When it Comes to Diversity at Events, ‘Tolerance is Not Enough’

Author: Sherrif Karamat       

Sherrif Karamat

Sherrif Karamat, CAE

There were 105 mass shootings in the first four months of this year in the U.S. At the time of this writing, in mid-May, there had been 10 additional mass shootings added to that total. There are a number of definitions of a mass shooting, but most agree with this metric: four-plus people shot in one incident. Some media outlets, like The Washington Post, say that at least one person needs to be killed in order to fall into the category of a mass shooting.

There may be some difference of opinion when it comes to what defines a mass shooting, but I think we can all agree that our gun violence statistics are just simply unacceptable. Most egregious of all are the mass shootings that have taken place around the world at schools and at places of worship. There have been two in the U.S. in the past month alone: STEM School Highlands Ranch in Colorado, where one student was killed and eight others injured, and at the Chabad of Poway synagogue in California, where a shooter killed one person and wounded three.

When innocent people were gunned down this past March at two mosques in the New Zealand city of Christchurch, I, and the rest of the world, felt numb. In shock.

What does this have to do with the business events industry? You can draw a number of parallels between the act of bringing people together to worship and bringing people together for events. I mean no disrespect to religion, but at the most elemental level, both serve the purpose of gathering people together under one roof to learn, share, and celebrate as a community.

By tying the two kinds of gatherings together, I don’t mean to suggest that we’re the next target of a crazed gunman and thereby incite paranoia. Instead, as is the overarching goal of our industry, I hope that we can have civil discourse on the root causes of what ails our society so that we can address them properly instead of just treating the symptoms.

As much as we value the freedom of speech, we can’t continue to let people drive a wedge between others by spreading hatred about particular groups, because of their religious beliefs, or otherwise. I believe that people who preach hate need to be treated as criminals.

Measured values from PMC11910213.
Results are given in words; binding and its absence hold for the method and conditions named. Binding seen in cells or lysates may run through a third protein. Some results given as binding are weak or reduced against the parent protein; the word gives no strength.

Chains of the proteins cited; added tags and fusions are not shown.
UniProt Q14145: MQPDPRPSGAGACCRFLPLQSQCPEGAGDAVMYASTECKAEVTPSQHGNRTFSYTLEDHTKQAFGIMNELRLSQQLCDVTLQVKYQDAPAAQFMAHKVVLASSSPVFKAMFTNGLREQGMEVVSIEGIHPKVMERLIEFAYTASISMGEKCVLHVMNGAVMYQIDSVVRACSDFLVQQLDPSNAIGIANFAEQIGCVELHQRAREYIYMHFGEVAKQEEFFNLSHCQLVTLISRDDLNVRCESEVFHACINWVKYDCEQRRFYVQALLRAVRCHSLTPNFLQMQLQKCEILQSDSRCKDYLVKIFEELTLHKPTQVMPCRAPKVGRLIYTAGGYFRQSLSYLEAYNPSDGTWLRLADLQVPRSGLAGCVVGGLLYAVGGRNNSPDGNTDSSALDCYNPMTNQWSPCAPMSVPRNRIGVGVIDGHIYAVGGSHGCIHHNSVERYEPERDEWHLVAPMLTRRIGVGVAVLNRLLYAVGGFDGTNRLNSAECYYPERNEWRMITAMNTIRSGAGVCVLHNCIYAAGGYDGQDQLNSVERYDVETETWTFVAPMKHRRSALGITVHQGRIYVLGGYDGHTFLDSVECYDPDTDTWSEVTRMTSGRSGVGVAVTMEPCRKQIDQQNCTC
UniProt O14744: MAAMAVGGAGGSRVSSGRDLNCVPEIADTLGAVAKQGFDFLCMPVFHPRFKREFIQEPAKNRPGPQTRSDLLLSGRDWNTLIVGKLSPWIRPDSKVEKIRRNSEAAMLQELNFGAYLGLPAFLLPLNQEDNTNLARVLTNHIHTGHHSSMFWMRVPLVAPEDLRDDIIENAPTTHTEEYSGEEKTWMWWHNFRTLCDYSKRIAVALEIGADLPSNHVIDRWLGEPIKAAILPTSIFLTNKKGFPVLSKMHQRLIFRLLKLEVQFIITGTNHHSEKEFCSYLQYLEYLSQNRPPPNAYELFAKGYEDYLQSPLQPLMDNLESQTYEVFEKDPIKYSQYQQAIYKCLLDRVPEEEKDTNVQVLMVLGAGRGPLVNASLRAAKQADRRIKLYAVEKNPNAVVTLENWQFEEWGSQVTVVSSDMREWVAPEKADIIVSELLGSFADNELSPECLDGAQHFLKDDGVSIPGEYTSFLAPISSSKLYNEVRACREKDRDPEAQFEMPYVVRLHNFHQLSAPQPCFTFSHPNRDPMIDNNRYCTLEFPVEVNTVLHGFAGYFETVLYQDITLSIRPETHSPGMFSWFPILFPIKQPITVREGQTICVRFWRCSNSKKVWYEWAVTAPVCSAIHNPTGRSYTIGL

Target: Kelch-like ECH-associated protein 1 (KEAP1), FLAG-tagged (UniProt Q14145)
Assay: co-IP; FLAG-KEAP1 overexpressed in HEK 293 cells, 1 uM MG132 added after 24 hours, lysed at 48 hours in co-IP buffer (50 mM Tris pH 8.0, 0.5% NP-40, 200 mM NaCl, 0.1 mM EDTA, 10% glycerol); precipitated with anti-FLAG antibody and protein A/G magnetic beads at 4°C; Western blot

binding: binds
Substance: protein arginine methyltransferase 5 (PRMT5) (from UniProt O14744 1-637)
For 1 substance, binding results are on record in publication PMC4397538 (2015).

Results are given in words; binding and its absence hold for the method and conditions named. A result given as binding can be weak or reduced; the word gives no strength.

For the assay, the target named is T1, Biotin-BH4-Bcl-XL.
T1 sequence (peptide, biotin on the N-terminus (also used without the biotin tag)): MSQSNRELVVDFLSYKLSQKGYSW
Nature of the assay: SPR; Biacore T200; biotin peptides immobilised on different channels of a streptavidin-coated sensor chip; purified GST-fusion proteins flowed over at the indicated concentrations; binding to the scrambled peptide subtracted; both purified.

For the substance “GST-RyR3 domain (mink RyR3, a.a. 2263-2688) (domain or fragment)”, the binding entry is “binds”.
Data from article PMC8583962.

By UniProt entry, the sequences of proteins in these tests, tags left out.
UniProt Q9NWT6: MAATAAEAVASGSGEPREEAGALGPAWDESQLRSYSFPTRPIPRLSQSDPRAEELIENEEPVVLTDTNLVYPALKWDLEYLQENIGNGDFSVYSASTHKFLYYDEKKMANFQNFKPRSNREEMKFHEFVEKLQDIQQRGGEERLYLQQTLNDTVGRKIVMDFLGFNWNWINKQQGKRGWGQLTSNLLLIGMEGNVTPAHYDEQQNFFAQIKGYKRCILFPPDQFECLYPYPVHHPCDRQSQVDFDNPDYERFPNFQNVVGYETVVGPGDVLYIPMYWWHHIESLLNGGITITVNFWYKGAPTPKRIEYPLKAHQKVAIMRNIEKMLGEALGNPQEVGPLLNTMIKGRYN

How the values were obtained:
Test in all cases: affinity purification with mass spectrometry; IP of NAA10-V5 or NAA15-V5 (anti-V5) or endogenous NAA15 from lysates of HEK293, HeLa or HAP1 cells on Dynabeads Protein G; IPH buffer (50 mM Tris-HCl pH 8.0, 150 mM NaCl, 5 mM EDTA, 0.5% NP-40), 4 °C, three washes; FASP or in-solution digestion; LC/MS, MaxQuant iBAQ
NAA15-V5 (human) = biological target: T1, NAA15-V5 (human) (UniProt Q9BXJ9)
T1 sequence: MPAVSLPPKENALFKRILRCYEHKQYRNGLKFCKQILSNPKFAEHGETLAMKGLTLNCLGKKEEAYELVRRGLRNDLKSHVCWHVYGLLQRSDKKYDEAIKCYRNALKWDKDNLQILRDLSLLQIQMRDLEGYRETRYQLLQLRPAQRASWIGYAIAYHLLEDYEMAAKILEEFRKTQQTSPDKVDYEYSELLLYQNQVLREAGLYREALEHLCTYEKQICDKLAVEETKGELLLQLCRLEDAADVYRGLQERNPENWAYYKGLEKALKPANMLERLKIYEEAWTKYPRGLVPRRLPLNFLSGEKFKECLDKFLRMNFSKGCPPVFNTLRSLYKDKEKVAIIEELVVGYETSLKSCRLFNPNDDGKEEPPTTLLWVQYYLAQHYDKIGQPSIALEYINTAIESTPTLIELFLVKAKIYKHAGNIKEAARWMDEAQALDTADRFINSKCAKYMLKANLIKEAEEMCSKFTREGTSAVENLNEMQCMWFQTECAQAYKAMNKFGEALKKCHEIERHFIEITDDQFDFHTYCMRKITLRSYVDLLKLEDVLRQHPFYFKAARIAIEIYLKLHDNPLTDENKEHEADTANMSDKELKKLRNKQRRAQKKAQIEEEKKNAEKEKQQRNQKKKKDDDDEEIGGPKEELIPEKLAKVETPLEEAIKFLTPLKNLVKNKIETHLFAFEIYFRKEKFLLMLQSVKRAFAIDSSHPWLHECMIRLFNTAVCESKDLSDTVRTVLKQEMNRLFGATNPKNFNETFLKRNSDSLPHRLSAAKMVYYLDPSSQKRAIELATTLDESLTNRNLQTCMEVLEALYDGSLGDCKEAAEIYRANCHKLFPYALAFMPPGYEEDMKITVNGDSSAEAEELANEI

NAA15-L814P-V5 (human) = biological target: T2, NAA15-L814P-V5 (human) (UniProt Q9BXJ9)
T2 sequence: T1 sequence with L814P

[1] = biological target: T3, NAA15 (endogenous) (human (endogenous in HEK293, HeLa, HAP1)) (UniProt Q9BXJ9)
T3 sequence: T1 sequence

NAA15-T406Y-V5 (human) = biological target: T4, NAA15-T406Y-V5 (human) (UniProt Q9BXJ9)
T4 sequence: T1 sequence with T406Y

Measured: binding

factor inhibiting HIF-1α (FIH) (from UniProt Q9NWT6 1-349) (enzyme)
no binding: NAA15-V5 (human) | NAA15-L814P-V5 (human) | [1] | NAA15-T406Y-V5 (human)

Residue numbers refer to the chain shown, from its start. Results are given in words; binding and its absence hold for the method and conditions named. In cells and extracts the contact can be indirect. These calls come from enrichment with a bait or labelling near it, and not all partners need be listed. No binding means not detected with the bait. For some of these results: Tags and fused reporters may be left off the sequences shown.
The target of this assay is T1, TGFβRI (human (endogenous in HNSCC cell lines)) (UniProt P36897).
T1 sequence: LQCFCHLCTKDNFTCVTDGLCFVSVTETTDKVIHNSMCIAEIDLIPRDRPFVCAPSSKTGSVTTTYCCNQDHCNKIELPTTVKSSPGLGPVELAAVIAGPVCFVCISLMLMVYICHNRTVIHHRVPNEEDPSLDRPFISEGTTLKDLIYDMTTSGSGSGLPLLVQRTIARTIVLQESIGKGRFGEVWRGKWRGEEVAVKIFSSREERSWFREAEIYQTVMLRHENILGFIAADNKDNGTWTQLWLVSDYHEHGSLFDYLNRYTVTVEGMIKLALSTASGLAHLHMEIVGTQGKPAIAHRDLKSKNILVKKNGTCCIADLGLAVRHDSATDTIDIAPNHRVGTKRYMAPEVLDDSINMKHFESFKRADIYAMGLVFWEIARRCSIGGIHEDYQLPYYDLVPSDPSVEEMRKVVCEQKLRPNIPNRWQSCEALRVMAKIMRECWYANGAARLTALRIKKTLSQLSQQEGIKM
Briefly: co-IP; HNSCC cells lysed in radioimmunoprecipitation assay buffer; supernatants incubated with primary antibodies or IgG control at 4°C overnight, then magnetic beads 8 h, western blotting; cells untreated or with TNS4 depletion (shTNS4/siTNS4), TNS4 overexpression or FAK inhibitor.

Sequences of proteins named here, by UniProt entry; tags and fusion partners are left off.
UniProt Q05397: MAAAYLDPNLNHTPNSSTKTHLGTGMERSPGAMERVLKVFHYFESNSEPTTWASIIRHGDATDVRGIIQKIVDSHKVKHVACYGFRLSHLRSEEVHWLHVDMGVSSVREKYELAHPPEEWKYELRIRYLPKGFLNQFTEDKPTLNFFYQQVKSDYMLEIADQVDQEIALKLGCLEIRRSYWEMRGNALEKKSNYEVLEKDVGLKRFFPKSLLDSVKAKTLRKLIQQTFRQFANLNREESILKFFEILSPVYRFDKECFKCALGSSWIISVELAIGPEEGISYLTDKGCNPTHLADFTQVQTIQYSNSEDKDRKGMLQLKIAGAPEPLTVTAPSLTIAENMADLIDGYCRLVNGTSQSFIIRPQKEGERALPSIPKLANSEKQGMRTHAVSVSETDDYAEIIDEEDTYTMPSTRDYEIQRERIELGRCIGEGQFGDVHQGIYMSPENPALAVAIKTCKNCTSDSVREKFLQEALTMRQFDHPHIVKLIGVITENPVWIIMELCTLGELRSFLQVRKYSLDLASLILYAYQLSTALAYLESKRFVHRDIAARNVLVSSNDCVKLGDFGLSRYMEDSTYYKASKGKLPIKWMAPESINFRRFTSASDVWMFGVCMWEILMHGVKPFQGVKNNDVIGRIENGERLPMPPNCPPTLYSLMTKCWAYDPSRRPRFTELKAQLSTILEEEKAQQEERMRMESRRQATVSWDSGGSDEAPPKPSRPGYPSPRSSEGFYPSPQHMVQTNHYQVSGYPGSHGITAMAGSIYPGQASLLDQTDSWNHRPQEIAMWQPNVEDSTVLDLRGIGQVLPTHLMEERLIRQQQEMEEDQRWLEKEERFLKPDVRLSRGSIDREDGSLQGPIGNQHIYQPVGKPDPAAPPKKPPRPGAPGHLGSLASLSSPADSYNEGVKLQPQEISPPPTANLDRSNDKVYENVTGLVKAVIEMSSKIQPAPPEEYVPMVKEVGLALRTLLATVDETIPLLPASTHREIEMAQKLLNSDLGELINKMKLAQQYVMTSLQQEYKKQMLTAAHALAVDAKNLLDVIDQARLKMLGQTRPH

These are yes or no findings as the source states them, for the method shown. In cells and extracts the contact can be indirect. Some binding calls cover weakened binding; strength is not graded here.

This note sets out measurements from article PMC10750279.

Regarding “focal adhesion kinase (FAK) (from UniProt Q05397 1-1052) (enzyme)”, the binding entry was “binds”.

And we’ve got to do better than to aim for “tolerance” of those with views that differ from ours. Tolerance to me is another way of saying that while I might allow you to be here, you’re not truly welcome.

We bring diverse people together in the events industry for a higher aim: to understand one another. To respect our differences. To care for our fellow human beings. Regardless of the profession or industry we cover, that’s the business we should all see ourselves as being in — and our efforts will continue to have a positive ripple effect on the rest of society.

Everyone at the Table

  • Last month, the James Beard Foundation named Philadelphia’s Zahav — which “encourages guests to sample the large variety of cultural influences on the cuisine of Israel” — the top restaurant in the U.S. The foundation’s selection underscores how food can serve to help us learn about other cultures, and how a meal eaten together — especially with shared plates — can foster connections.
  • F&B at events is one way we take care of our attendees’ needs. And catering to their special religious dietary requirements is an important part of making people who keep kosher or halal feel welcome. Our June F&B column shares how to meet those needs in the spirit of gracious hospitality.

Sherrif Karamat, CAE, is President & CEO of PCMA.

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